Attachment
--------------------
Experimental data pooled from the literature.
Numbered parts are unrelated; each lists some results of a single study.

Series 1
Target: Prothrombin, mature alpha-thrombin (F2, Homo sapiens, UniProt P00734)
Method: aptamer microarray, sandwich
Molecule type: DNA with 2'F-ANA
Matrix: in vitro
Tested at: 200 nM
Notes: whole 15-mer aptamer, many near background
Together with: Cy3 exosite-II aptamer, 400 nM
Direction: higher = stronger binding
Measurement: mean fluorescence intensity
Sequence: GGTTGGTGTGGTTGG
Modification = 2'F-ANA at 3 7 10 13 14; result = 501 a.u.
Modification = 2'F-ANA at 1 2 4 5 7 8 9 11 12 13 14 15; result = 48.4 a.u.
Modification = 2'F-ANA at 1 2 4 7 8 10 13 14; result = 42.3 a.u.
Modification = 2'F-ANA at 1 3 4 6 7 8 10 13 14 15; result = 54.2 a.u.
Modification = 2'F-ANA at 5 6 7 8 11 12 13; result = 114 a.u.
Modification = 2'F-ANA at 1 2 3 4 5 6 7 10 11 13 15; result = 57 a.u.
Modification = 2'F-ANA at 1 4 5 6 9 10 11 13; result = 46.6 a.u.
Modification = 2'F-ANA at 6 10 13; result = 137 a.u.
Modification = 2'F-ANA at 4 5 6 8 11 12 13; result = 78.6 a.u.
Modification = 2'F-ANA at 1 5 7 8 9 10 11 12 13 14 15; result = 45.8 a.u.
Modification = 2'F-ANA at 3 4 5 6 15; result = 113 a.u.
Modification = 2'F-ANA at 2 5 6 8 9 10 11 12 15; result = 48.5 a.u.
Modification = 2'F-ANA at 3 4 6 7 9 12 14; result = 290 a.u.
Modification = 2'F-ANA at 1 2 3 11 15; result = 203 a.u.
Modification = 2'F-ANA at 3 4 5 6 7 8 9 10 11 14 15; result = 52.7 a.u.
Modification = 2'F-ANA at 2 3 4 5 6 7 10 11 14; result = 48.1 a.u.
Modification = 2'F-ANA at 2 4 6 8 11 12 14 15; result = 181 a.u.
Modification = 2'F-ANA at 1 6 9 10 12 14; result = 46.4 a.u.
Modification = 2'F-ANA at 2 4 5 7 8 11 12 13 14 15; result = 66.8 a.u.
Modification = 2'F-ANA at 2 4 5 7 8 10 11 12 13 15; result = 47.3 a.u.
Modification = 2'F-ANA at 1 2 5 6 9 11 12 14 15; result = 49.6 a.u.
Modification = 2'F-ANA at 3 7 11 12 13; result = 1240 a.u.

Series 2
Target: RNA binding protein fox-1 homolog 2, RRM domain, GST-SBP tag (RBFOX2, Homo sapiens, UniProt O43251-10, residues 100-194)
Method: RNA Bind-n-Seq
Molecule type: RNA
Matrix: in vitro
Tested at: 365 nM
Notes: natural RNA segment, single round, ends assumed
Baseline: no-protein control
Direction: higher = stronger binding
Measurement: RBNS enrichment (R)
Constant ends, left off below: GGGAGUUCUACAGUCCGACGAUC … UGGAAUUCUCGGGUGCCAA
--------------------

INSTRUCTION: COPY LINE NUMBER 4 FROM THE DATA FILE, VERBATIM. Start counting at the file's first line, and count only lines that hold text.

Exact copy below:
Target: Prothrombin, mature alpha-thrombin (F2, Homo sapiens, UniProt P00734)